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The Collegian

The Student News Site of Tarrant County College

The Collegian

The Student News Site of Tarrant County College

The Collegian

ToroTalks overshadowed by controversial guest speaker

Guest speaker Shaun King sits next to moderator Michael Russ during the ToroTalks event on South Campus April 21. Alex Hoben/The Collegian
Guest speaker Shaun King sits next to moderator Michael Russ
during the ToroTalks event on South Campus April 21.
Alex Hoben/The Collegian

JUAN SALINAS II
senior editor
juan.salinas465@my.tccd.edu

South ToroTalks Summit had controversy surrounding the speakers of this year’s event. 

ToroTalks started in 2019 when three Black South Student Government Association members had an encounter with a campus police officer. This sparked a need for an event to discuss different cultural viewpoints. 

The main speaker for this event was civil rights activist Shaun King. 

He has been criticized by journalist Ernest Owens on Twitter, where he referred to King as a “grifter.”

South speech instructor Tim Matyjewicz said ToroTalks should have highlighted ordinary people like Wayne Lynch, founder of the Donovon-Wayne Lynch Foundation, instead. Matyjewicz said Lynch advocates for “reasonable and rational changes such as establishing citizen review boards to review questionable incidents.” 

“We have invited a panel to our campus and have included some charlatan race hustlers,” he said. “I don’t use that term as hyperbole.”

Matyjewciz said Tamir Rice’s mother criticizing King after meeting him back in 2021 is enough to justify that characterization. 

He also brought up how Texas Rep. Jasmine Crockett — also a speaker at ToroTalks — received a cease-and-desist letter for using Botham Jean’s name in her campaign.

Matyjewicz said faculty members that don’t go along with the “unofficial campus agenda” are going to be viewed by others as a “right-winged, racist nut job.”

South education professor Jeffrey Herr said he wants people concerned about the event to join the conversation because that is the only way progress occurs.

“There’s no question that some, more privileged members of our campus

and district community will question the summit’s line-up, its focus and ToroTalks’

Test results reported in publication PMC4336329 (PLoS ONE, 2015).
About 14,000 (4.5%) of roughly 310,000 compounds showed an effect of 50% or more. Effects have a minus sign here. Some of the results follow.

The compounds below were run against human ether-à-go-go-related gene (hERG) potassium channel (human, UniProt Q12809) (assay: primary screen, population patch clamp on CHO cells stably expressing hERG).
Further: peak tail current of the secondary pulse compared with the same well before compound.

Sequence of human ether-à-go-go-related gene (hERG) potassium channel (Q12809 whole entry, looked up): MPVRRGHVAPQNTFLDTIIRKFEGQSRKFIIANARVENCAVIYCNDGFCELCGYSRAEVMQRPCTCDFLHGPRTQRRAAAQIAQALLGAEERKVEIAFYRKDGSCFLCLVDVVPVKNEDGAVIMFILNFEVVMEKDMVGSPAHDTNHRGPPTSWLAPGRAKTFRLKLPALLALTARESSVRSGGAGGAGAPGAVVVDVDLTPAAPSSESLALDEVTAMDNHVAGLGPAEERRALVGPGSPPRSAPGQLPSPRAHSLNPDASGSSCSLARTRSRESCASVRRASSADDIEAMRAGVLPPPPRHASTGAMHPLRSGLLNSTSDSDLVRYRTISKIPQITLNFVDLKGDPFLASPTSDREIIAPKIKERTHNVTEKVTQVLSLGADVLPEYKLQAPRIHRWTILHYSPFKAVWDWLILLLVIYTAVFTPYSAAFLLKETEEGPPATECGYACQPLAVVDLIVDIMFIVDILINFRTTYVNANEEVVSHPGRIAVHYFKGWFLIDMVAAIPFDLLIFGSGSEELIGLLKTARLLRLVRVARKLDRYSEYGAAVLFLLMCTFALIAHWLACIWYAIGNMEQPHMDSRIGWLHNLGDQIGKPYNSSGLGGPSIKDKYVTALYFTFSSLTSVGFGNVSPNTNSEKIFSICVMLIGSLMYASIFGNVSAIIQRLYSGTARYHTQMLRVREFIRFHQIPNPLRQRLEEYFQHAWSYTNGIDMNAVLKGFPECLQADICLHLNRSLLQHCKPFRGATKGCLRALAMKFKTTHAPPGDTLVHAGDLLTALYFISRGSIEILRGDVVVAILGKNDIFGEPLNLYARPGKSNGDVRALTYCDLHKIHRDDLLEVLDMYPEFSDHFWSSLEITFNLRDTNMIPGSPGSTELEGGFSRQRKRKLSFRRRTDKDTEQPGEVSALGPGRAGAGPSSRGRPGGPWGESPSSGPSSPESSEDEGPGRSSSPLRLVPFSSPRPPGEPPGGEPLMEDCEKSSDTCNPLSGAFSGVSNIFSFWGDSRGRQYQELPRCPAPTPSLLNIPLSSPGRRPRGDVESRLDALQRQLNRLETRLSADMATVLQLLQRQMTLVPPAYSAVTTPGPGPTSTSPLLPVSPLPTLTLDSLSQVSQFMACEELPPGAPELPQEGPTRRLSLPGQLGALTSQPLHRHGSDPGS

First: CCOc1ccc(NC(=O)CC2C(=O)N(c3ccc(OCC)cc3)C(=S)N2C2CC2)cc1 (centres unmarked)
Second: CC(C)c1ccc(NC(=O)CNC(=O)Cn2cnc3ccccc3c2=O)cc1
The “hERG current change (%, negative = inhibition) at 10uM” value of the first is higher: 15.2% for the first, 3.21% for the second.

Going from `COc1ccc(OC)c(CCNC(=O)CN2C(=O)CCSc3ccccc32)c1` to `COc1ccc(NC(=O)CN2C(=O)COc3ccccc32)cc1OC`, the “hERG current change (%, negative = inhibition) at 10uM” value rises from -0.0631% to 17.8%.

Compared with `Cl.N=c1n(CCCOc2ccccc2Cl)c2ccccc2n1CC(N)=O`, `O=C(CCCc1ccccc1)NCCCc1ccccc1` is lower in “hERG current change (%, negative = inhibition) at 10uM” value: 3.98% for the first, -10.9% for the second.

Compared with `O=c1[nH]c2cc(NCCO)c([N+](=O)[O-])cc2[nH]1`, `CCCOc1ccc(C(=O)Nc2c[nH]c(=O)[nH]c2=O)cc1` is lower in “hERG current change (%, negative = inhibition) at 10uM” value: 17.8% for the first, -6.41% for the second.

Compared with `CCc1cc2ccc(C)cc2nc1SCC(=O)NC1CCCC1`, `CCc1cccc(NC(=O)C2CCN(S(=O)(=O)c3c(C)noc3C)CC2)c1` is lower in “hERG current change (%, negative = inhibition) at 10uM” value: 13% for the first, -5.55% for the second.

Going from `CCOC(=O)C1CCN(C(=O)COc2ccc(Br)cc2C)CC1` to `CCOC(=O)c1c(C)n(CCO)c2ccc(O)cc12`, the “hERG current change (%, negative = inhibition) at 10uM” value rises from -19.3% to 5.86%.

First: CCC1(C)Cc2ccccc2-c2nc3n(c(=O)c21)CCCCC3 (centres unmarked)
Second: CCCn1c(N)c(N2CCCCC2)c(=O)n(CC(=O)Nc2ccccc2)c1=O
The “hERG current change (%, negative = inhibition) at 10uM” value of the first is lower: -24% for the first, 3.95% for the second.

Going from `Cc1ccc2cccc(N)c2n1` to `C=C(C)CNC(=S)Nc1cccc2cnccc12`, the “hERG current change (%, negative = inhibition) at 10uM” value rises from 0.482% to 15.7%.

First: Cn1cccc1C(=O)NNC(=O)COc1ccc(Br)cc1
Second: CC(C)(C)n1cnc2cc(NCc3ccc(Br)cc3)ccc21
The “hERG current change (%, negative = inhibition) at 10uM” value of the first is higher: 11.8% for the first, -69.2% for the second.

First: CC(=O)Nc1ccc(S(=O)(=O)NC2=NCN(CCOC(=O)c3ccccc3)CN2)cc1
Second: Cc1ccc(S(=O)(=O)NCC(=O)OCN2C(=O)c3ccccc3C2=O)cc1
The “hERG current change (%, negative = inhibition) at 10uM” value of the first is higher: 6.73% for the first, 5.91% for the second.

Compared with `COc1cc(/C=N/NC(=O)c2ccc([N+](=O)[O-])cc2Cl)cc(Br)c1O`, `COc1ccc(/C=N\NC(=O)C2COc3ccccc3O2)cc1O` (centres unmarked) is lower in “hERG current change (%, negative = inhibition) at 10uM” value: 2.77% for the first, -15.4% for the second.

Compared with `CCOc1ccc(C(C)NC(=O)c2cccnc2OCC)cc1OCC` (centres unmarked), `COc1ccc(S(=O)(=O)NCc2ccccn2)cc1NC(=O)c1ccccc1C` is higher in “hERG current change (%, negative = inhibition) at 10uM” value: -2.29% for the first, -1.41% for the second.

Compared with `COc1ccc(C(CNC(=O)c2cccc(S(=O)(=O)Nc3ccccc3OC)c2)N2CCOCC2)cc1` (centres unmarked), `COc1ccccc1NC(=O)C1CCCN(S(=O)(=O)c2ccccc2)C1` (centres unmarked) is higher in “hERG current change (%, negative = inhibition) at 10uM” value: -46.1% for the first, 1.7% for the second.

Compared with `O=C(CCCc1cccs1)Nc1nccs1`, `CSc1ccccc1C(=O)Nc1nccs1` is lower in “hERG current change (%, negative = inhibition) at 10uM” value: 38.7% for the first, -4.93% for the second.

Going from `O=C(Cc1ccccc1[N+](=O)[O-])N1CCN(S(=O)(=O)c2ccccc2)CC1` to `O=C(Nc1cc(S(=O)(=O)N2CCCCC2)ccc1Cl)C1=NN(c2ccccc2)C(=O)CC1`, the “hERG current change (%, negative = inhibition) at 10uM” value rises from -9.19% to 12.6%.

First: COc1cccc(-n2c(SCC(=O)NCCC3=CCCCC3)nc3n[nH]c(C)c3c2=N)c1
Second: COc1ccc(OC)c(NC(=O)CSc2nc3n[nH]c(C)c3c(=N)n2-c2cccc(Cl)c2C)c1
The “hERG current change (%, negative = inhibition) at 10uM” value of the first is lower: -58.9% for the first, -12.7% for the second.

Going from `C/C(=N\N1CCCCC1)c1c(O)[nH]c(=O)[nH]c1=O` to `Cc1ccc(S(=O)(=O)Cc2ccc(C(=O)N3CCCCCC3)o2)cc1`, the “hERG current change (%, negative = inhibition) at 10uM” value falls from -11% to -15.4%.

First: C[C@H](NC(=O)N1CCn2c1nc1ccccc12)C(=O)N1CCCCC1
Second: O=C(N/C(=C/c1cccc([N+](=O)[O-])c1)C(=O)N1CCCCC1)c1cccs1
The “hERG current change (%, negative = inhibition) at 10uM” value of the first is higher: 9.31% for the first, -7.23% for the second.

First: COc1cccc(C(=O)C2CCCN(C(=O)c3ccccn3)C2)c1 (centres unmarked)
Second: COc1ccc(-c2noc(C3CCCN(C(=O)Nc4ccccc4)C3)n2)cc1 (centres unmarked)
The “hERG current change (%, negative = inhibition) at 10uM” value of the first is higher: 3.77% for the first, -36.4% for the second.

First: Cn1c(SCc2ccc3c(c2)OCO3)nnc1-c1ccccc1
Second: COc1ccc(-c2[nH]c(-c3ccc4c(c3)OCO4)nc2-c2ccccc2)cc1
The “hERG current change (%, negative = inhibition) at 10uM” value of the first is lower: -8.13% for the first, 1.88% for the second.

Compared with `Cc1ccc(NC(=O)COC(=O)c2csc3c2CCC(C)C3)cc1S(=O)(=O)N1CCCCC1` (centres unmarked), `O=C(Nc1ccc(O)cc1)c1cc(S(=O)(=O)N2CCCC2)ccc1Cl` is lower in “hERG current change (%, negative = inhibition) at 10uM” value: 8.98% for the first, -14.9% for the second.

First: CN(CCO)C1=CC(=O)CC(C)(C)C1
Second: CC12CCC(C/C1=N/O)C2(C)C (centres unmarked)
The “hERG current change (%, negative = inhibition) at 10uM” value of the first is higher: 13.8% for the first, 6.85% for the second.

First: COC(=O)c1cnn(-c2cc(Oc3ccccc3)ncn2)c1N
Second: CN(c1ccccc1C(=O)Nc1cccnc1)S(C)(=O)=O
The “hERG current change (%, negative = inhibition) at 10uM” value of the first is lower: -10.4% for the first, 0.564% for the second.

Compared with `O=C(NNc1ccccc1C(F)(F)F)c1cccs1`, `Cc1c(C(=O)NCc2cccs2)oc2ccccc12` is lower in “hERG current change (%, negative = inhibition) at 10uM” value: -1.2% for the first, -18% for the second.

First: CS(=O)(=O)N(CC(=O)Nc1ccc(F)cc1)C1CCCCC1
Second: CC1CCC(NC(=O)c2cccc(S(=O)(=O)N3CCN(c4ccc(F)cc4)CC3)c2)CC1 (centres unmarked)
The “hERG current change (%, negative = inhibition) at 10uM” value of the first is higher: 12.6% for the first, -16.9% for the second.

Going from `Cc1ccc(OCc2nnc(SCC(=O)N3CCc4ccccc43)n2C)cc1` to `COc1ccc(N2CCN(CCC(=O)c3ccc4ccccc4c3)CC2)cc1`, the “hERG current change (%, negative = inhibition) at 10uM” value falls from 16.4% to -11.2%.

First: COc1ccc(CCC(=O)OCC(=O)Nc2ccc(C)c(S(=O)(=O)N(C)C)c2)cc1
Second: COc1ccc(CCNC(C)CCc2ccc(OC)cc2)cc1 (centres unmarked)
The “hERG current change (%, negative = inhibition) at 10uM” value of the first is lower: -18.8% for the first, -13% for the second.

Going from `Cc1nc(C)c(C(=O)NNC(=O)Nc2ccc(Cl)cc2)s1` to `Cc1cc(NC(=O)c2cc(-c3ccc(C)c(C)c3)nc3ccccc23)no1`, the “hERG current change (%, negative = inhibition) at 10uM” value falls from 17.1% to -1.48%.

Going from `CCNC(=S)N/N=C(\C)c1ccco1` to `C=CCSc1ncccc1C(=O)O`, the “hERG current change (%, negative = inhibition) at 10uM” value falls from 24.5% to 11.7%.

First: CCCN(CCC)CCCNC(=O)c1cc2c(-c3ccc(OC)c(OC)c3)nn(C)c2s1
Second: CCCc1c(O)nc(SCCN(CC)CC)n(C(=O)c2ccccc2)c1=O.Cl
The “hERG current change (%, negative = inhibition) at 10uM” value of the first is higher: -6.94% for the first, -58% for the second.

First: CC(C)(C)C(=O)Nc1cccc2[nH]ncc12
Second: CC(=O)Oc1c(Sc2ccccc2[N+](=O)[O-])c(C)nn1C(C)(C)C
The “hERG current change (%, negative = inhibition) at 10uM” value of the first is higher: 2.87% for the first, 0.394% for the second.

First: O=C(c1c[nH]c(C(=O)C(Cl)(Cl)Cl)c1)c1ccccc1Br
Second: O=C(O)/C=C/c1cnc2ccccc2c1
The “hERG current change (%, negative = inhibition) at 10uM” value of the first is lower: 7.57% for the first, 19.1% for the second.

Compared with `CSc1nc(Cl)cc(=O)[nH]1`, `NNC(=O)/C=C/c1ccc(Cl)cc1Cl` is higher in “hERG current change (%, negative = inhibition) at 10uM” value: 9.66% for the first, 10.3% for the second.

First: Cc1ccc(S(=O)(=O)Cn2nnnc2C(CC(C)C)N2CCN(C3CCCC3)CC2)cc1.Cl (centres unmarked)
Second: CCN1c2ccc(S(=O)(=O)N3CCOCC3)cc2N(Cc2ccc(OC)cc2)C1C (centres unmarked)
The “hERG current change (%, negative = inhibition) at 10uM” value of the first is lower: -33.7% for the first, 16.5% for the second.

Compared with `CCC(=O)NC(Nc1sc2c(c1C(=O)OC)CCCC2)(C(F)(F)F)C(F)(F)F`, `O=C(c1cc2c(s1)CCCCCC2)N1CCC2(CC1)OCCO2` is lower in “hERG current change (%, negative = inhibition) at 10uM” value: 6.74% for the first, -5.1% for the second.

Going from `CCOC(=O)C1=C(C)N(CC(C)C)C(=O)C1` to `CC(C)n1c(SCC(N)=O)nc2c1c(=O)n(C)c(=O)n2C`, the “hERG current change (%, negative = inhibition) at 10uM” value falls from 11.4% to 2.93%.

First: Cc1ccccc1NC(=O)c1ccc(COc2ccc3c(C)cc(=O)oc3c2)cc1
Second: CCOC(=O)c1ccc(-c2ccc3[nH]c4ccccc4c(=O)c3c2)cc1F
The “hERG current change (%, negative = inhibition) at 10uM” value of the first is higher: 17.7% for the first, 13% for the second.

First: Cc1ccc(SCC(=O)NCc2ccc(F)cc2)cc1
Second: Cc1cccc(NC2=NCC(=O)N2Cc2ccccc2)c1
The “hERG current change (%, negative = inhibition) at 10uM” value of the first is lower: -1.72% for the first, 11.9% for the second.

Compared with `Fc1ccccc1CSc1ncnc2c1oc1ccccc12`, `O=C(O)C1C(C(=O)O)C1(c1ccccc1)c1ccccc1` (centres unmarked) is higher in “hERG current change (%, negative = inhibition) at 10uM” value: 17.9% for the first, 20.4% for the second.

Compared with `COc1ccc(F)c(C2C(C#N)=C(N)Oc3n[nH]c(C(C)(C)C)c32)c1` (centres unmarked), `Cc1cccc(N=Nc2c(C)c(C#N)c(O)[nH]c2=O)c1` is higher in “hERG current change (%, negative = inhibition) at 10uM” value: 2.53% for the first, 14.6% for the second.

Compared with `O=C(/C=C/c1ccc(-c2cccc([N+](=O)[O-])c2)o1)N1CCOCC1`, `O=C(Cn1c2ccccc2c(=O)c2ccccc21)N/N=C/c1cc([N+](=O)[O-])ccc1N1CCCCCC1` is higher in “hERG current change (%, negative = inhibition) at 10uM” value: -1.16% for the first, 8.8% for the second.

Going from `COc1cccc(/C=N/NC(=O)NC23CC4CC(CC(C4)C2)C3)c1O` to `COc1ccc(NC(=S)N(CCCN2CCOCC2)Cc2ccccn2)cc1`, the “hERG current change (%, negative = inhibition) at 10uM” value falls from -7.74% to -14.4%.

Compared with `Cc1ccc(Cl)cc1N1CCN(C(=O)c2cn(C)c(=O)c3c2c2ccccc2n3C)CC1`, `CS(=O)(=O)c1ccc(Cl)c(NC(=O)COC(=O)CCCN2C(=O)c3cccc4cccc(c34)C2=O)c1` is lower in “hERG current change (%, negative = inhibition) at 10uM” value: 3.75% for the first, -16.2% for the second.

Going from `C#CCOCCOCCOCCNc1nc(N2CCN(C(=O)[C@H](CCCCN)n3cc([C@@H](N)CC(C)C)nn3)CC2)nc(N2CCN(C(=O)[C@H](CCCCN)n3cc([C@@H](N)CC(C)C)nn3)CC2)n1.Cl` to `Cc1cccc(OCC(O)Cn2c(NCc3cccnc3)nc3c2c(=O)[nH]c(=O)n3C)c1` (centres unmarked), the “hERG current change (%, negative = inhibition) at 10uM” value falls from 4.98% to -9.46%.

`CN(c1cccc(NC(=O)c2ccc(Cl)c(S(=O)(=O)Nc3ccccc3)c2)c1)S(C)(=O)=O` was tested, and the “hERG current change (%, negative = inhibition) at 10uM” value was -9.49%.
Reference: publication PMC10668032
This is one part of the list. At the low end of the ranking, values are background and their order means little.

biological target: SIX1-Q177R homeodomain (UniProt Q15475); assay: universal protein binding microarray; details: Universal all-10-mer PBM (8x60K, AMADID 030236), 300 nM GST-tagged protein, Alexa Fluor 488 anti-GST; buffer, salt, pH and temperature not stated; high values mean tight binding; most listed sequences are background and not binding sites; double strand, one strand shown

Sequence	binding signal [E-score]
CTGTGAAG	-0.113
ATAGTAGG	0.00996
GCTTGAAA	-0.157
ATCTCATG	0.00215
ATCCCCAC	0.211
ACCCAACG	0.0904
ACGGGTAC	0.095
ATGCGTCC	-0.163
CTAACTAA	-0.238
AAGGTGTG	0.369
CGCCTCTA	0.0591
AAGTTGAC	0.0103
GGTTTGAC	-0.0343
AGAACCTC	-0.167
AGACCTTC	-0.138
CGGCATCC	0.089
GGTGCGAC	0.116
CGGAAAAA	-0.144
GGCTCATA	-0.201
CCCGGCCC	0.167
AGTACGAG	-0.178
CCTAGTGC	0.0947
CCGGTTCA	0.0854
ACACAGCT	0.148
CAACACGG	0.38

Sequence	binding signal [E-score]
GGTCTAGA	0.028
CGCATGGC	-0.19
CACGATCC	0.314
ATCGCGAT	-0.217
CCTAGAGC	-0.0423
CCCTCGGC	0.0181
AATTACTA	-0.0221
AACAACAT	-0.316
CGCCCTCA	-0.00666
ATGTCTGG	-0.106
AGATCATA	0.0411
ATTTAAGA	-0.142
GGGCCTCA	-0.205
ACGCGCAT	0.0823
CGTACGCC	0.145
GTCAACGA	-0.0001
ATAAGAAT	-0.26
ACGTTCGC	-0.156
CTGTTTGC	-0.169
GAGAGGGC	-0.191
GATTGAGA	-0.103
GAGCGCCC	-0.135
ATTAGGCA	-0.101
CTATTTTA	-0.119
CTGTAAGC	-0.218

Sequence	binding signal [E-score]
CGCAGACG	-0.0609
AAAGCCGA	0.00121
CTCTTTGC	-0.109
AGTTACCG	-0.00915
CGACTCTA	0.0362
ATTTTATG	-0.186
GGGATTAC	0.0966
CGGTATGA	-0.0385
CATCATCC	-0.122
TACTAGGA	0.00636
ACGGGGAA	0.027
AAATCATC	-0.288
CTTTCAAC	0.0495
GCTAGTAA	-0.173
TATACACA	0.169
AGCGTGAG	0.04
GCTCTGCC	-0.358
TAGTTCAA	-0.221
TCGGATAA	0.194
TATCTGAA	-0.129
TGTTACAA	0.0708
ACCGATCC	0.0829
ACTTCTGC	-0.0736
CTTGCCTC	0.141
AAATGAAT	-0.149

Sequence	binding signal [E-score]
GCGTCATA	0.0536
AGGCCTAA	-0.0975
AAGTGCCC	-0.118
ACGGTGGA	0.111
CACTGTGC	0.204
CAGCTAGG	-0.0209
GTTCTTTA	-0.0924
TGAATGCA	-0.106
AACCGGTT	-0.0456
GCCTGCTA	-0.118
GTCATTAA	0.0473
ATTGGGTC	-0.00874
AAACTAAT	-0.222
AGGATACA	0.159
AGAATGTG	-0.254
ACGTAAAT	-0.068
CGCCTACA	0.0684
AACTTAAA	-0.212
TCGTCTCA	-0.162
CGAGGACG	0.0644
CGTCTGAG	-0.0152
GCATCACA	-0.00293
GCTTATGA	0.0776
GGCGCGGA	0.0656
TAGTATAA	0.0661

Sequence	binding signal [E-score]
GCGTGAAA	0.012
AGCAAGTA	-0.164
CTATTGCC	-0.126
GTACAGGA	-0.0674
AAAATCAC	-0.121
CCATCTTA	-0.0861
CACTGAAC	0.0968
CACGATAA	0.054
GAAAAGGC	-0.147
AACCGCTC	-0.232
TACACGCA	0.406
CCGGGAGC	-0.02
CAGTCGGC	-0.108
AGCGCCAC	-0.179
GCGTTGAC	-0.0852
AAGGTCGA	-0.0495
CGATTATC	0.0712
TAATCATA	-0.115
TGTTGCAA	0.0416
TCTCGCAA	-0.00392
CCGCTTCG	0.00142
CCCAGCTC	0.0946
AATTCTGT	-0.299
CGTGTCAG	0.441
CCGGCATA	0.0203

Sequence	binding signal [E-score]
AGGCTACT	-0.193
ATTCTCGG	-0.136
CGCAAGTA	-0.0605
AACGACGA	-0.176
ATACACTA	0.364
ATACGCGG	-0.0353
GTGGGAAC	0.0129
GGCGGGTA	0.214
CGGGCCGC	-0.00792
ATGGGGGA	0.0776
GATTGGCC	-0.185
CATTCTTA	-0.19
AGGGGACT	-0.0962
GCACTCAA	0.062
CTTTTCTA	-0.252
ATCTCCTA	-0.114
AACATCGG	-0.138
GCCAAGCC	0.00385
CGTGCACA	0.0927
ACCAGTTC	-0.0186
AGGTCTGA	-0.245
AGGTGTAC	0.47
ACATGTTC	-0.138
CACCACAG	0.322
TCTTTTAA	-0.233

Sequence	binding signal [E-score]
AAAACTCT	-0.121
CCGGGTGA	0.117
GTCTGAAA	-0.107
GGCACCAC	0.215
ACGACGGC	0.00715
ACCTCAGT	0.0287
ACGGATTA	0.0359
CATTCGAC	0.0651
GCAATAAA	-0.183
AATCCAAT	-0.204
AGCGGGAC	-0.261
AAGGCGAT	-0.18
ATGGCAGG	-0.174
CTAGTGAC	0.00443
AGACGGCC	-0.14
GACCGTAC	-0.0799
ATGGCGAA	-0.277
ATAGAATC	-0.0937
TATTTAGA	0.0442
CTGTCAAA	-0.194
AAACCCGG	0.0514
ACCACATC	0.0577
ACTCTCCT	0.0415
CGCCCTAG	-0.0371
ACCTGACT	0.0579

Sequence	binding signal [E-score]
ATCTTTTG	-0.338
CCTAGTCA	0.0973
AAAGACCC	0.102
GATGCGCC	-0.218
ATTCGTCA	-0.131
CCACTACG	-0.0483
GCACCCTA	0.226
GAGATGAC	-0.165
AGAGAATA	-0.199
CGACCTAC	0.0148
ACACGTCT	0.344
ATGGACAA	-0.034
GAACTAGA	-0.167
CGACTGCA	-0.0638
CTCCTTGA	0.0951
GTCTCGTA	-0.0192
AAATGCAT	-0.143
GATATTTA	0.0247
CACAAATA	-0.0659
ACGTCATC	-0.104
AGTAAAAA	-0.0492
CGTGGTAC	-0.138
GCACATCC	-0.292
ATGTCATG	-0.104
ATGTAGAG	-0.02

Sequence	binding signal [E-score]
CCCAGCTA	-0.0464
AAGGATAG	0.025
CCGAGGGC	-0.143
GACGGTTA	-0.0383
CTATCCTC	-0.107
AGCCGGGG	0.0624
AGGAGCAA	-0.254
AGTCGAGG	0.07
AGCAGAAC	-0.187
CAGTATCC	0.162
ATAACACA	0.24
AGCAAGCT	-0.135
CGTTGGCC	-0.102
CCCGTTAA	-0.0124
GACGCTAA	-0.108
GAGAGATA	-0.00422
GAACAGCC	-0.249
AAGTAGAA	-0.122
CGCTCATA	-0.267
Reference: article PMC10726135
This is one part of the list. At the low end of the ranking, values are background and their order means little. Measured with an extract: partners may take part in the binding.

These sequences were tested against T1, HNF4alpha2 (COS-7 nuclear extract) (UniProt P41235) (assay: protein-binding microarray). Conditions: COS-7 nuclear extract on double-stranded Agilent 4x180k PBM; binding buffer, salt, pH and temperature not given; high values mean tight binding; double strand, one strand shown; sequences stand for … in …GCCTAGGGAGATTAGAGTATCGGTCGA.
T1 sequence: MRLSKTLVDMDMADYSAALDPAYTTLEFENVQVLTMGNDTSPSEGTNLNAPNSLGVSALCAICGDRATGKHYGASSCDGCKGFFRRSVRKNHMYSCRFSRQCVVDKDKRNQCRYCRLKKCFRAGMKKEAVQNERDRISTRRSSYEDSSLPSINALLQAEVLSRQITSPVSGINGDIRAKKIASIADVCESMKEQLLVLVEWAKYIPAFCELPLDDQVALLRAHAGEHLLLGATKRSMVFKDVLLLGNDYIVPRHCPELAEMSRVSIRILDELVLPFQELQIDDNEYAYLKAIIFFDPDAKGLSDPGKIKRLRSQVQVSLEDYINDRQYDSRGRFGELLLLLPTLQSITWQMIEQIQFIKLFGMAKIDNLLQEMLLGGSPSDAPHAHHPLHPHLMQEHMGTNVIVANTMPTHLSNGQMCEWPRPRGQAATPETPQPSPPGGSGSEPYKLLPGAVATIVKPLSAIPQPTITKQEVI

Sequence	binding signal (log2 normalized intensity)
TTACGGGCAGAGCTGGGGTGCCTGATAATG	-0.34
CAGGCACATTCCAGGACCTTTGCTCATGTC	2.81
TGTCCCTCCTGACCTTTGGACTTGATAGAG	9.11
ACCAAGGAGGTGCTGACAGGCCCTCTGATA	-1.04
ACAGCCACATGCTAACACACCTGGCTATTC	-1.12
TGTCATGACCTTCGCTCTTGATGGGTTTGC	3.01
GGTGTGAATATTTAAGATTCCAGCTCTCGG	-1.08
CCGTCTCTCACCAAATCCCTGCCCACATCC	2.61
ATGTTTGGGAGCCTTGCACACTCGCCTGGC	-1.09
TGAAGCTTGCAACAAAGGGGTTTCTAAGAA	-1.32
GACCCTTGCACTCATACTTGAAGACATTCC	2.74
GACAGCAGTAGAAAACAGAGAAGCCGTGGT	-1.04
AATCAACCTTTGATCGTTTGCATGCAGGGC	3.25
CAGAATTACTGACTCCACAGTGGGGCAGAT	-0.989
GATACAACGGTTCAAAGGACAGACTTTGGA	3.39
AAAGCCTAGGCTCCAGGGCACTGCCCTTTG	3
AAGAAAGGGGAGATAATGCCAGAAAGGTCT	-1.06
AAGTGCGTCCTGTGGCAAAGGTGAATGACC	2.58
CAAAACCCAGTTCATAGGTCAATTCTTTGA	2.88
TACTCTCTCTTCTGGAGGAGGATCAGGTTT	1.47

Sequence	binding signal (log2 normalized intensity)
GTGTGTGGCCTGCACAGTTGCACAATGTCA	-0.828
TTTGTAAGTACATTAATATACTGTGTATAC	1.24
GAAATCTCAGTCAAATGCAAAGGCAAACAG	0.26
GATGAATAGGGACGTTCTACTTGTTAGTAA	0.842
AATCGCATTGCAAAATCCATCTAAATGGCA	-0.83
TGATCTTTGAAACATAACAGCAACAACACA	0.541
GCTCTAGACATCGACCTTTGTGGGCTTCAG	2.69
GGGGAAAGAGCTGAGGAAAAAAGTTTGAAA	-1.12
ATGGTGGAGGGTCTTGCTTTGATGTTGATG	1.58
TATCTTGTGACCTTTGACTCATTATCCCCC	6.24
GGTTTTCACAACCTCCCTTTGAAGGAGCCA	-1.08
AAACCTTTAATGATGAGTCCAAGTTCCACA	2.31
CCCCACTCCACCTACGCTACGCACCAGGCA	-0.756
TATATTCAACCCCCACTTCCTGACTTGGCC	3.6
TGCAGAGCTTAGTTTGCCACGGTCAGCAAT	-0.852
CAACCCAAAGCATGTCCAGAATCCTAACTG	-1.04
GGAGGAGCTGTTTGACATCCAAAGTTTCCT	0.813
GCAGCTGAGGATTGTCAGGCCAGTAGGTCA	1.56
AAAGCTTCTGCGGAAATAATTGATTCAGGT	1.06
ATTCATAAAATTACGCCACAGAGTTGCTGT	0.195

mission and vision altogether,” Herr said. 

Herr said ToroTalks is still a work in progress, but that “it’s gritty, reflective and provocative.” He hopes it will give students the confidence to push back against dominant and inequitable policies. 

“The students in attendance will dictate the direction these future talks and

summits will take,” Herr said. “It’s that potential confidence that I believe will serve as a catalyst for moving our programming forward.”

King discussed various things at the summit, such as how students can influence change in their community to the legislator and activist dynamic, but he also addressed the criticism. 

“I think that some of the people that started telling that lie hoped that I would stop raising money for families, and I won’t,” King said. 

King said he did an experiment and saw that when he didn’t show up to support a  family, no one stepped up to take his place. 

“I’m more committed to the work than I am to my own reputation,” he said. “If people expect me to curl up into a ball and not do this work anymore, it’s just not in me [to do that].” 

South Student Ricardo Miller Jr. found the summit insightful. 

“It was amazing, and he gave so much great knowledge,” Miller said. “He spoke to me personally on what we can do for activism and how to see change.” 

The newly elected South Student Government Association President Karina Calderon found it helpful to understand the different struggles that Hispanics and Black people face in today’s society. 

“It was so enlightening to hear Shaun King’s story and how students can help make a difference in their own lives and community,” Calderon said.

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